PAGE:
NWS Paducah Meteorologist Discusses Fall/Winter Weather, How To Stay Safe And How To Help
The fall season is underway and winter will be here before we know it. To get a glimpse of what to expect, and how to best prepare, Matt Markgraf speaks with National Weather Service Paducah meteorologist Rick Shanklin on Sounds Good. They also discuss climate change, hurricanes and how citizens can help the National Weather Service.
Fall/Winter Weather Preview
A question on the minds of many this time of year is what does the fall weather season have in store and what will winter be like? Shanklin said the fall season will see more precipitation over the next two to four weeks. Temperatures in mid to late October had been averaging below normal. Shanklin said we’ll see a trend developing where we’ll start going above normal in early to mid-November and said it may hold heading into the winter season.
Prepare For Winter
In preparation for winter weather, Shanklin said to recall the things that were needed in the 2009 ice storm, such as water, non-perishable food, backup means of heat, medication, extra fuel, cash set aside and pet food.
“Always stay on top of the forecast. Especially if you hear about the possibility of snow or ice or something in the forecast a few days down the road. Pay careful attention to that forecast and to the extent you can alter your travel plans,” Shanklin said.
Winter Storm Warnings
As for winter storm warnings, he said the west Kentucky region has the risk of both conventional winter weather (snow, ice sleet) but also severe weather and severe thunderstorms that produce damaging winds, large hail and tornadoes.
“And actually, the tornado threat - when we get severe thunderstorms - is greater in the winter time than it is other times of the year because the wind fields in the atmosphere are stronger on average,” he said. (Here are some maps of tornado averages by season.)
Shanklin said there are more fatalities and injuries from tornadoes from November through March than from March through October each year for this reason.
Also, the region sees more nighttime tornadoes than elsewhere in the country. Shanklin said, statistically, people are 2.5 times more likely to die in a tornado overnight than during the daytime- particularly between midnight and 6 a.m.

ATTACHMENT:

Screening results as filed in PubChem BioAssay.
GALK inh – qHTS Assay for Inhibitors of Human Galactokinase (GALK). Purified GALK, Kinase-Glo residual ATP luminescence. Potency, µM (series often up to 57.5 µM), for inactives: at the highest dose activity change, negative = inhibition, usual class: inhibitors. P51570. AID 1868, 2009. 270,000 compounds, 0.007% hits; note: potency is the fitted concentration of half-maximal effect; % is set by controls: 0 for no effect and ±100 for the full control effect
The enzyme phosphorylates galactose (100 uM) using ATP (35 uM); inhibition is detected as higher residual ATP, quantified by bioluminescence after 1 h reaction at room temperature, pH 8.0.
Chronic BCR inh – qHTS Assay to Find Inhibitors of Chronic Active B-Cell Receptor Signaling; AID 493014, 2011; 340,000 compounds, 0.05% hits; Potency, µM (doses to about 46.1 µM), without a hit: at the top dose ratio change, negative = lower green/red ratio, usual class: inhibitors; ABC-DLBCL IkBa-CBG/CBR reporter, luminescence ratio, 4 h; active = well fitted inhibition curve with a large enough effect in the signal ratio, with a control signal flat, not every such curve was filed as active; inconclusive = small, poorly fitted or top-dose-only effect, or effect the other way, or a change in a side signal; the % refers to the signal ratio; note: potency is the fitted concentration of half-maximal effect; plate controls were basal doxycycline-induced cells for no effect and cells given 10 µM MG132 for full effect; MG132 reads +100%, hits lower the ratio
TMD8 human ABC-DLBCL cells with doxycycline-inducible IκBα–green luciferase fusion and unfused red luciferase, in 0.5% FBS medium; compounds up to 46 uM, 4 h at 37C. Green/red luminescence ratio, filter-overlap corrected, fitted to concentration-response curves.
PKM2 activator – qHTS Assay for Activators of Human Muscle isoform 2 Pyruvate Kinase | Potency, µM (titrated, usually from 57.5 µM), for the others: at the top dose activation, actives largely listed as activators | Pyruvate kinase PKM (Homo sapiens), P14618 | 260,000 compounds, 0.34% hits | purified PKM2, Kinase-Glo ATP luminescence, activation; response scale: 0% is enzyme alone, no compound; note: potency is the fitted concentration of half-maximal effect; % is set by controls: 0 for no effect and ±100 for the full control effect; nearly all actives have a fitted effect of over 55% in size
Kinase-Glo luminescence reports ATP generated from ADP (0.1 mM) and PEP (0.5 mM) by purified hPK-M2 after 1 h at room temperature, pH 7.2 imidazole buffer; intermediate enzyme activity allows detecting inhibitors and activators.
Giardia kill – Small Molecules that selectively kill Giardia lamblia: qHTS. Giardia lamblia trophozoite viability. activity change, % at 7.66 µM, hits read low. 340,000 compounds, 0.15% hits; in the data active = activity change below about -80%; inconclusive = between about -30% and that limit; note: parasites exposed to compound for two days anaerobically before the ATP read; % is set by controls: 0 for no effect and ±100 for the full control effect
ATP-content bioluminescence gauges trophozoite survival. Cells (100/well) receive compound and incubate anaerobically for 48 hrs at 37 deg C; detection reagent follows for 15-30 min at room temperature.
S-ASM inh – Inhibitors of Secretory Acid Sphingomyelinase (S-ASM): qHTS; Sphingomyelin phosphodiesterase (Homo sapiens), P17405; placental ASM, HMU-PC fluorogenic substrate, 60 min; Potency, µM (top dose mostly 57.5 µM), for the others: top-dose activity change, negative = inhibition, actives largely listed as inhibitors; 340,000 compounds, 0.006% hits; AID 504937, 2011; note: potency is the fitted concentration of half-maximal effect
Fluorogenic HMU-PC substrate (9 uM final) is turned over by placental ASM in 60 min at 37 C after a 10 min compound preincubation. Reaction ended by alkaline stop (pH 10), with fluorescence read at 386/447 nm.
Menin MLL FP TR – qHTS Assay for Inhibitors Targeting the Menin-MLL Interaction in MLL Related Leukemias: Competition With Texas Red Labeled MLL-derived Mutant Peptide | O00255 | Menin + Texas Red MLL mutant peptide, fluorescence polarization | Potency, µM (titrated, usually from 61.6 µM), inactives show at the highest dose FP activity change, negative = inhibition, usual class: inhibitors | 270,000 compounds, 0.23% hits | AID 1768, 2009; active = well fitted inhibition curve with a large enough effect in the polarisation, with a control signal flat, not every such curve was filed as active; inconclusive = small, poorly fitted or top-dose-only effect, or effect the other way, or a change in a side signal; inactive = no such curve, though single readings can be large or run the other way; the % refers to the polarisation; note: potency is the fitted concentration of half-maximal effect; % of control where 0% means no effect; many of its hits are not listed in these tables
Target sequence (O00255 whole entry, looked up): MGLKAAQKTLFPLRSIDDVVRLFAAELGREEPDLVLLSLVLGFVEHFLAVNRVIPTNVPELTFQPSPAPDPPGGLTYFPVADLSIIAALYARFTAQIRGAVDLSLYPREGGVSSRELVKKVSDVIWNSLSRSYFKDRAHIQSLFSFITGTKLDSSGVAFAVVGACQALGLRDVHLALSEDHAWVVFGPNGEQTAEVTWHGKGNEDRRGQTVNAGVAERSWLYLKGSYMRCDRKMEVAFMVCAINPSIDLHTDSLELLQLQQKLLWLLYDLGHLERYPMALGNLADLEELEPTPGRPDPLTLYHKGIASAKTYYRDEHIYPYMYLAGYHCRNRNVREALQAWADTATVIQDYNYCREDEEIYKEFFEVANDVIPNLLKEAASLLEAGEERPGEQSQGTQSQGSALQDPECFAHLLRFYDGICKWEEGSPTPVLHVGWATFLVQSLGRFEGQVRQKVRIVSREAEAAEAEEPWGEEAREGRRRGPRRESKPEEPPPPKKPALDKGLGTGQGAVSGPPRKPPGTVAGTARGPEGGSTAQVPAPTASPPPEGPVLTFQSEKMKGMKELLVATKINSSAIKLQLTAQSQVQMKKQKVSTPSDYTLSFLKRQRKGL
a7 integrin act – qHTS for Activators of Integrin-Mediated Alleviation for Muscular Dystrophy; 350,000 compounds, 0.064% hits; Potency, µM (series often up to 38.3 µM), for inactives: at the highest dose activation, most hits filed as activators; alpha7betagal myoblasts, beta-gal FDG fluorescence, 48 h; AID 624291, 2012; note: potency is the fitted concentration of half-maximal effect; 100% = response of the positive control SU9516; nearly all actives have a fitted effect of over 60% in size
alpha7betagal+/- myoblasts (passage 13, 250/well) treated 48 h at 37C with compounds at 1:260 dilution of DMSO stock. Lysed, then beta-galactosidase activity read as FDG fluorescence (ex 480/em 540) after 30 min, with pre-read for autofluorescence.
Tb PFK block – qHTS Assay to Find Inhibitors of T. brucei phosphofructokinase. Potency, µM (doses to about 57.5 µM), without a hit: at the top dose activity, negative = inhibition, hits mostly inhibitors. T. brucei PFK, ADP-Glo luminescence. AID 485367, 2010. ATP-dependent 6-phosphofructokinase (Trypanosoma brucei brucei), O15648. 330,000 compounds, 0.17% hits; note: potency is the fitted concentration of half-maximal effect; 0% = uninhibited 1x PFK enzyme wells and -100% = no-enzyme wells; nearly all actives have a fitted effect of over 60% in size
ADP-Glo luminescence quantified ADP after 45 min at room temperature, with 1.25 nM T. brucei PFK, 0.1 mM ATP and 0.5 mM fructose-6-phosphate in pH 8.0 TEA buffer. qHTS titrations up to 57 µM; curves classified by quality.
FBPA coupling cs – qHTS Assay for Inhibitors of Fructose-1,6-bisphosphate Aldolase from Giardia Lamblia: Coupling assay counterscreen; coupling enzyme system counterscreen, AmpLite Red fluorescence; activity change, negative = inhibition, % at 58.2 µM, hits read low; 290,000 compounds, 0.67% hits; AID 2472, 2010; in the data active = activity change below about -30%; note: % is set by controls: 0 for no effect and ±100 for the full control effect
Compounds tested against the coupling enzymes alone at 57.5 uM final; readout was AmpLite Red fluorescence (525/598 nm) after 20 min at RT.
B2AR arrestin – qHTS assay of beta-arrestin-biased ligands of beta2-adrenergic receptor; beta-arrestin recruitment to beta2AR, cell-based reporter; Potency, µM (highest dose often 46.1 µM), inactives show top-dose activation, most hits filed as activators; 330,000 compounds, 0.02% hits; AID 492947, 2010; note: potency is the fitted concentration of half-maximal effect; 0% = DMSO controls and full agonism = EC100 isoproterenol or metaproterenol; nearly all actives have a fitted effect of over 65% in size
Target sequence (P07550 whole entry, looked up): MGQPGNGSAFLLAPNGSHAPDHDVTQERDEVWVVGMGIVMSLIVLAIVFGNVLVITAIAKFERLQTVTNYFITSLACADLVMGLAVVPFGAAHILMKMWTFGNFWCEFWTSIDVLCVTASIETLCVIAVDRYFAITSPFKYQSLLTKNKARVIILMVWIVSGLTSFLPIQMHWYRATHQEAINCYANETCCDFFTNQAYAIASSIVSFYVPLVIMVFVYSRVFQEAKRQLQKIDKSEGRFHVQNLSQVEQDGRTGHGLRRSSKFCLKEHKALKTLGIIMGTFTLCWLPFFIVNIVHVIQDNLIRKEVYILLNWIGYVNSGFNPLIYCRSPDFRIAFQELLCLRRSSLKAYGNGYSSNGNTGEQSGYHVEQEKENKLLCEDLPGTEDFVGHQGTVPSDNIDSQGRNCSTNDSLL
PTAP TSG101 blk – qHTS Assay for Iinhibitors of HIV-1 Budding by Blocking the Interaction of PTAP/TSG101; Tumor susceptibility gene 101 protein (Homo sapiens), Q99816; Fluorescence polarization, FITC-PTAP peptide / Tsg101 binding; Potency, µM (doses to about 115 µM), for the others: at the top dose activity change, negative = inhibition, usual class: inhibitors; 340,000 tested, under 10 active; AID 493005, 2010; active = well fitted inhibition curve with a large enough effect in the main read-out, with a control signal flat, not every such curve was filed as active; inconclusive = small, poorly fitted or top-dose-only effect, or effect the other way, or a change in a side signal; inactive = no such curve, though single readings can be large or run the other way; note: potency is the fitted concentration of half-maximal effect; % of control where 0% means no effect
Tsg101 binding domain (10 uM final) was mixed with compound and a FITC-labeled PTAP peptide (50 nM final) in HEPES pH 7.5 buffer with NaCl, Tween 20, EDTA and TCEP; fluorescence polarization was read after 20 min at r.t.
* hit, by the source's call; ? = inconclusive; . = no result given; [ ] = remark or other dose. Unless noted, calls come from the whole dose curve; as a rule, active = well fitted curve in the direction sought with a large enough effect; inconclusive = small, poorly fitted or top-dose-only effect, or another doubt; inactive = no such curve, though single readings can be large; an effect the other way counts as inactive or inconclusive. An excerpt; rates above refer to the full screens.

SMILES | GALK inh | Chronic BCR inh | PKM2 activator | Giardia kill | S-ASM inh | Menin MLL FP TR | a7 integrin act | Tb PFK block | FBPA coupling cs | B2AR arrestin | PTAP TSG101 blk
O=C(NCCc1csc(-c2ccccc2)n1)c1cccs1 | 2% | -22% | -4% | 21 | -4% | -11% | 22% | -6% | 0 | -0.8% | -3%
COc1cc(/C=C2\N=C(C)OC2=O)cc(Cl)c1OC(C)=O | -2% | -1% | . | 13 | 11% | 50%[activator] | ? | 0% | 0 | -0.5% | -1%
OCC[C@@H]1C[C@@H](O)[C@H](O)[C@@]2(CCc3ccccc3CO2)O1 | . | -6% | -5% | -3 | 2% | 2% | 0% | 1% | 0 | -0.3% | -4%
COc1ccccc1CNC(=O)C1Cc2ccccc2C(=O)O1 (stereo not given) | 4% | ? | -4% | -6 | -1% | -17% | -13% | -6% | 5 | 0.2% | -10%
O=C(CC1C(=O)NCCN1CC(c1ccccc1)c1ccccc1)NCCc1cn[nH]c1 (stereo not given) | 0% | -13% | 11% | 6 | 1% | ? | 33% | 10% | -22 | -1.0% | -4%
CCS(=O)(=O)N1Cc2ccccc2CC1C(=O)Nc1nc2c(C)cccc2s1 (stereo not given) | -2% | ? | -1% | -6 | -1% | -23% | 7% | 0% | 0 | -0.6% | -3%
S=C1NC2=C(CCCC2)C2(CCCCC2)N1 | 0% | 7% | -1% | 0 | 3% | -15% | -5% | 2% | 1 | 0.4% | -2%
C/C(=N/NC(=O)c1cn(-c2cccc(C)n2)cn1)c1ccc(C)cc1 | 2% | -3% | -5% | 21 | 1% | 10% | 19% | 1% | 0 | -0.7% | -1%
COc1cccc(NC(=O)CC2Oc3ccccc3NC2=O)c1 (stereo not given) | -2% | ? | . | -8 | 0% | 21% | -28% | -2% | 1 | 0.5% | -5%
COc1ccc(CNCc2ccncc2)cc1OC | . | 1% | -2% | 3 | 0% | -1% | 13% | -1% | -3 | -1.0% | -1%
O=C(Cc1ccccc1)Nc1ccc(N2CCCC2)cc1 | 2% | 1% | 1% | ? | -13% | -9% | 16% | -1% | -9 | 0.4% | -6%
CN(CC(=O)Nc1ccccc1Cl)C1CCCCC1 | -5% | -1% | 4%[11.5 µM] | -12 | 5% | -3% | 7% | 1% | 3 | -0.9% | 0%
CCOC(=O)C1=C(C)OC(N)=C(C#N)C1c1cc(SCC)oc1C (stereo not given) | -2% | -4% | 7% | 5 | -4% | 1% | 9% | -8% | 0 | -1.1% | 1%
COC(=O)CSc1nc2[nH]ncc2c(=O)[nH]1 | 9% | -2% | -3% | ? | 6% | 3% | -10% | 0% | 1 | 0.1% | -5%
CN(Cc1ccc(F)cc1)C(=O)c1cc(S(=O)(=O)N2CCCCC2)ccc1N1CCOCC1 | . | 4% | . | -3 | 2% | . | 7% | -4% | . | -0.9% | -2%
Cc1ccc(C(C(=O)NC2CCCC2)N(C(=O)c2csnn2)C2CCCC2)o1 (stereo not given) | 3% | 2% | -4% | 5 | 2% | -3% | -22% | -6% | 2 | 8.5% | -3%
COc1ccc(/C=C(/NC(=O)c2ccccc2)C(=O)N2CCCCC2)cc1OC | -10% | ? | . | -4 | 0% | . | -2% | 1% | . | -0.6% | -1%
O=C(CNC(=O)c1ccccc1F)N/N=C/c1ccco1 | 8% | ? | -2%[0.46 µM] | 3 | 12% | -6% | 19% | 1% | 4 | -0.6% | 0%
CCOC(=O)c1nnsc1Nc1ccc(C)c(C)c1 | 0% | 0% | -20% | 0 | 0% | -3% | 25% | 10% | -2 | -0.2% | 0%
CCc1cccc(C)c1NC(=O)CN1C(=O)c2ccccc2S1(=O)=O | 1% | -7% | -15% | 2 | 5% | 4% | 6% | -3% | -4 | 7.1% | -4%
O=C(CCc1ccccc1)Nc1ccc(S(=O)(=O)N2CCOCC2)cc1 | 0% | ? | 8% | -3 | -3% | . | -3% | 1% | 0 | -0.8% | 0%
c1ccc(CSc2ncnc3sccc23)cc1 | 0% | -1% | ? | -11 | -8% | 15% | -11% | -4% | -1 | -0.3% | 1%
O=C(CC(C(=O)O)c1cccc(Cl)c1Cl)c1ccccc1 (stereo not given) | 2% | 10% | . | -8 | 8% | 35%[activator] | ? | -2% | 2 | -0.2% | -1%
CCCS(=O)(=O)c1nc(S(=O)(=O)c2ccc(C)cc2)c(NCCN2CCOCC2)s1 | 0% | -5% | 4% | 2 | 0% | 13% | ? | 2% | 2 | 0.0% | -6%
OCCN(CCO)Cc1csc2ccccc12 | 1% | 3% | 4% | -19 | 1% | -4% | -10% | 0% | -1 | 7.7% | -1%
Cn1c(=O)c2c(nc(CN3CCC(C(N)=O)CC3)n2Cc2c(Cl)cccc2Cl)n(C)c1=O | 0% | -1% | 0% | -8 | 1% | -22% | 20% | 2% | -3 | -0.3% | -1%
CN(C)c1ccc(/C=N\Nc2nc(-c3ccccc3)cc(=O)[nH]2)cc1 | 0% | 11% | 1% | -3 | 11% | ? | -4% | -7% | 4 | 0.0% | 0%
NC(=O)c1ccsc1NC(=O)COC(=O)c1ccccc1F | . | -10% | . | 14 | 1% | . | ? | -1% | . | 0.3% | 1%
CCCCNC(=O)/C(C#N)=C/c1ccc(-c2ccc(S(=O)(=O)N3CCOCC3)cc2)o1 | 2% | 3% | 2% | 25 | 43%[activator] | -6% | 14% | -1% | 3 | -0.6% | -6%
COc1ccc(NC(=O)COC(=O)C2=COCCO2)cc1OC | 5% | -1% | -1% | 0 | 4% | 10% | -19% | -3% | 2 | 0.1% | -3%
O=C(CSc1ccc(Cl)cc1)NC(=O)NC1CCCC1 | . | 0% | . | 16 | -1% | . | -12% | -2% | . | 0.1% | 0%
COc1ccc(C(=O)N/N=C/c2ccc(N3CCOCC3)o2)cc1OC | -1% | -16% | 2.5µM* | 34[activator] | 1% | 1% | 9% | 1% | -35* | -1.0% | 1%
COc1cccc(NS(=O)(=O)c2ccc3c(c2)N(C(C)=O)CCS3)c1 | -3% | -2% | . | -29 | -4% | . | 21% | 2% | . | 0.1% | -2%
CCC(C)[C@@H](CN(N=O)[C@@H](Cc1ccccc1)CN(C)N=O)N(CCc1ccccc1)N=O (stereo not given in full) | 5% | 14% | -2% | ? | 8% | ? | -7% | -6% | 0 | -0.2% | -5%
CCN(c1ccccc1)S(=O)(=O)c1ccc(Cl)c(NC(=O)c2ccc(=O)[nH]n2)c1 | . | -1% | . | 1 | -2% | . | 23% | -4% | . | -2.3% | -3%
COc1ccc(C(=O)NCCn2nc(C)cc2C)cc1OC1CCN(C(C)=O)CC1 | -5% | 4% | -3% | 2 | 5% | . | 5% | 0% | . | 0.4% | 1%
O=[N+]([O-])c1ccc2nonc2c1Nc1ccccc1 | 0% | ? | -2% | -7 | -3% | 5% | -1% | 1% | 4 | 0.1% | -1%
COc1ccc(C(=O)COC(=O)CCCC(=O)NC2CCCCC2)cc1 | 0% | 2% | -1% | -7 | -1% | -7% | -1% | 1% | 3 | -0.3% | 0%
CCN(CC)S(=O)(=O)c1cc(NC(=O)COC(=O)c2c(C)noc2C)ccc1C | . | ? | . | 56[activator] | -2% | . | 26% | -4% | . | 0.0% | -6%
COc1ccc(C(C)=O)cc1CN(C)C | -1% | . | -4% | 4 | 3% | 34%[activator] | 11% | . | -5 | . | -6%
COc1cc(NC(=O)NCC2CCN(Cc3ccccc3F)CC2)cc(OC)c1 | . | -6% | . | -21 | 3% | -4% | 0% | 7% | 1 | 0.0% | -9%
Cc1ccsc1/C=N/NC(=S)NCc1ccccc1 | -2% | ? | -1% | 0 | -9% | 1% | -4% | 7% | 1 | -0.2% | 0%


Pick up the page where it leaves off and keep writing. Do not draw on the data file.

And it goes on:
On the regional impact of climate change, Shanklin said the region has seen an increase in the frequency of stronger tornadoes in the last 15 to 20 years. He said, however, the database wasn’t kept as thoroughly at the end of the past century. “But generally, for the stronger tornadoes, it was pretty sound.”
When hurricanes pop up on the radar, the NWS Paducah office will occasionally send staff to offices directly impacted. He said for Hurricane Florence, two forecasters went to Jackson, Kentucky, to assist, due to Charleston, West Virginia’s proximity to the path of hurricane remnants. The team provided services for the Appalachian region.
If weather affects the Paducah area, he said efforts ramp up locally. He noted instances over the years of major impacts of heavy rain and flooding and said even winds can be strong - for instance, in September 2007: where wind gusts were above 70 miles per hour. He said such strong winds are rare, but can happen.
How To Help
Citizens can help the National Weather Service in various ways. When it comes to issuing watches and warnings, storm spotters serve as “the eyes and the ears of the National Weather Service.” Anyone can be a storm spotter, Shanklin said, if one has an interest in weather and serving the community. The process involves attending a course. Those listings can be found on the NWS Paducah website.
Also, the NWS hosts general workshops, including one on Saturday.
Becoming a CoCoRaHS volunteer is another way to help. Shanklin said this involves taking rainfall measurements with a rain gauge and requires some minimal training.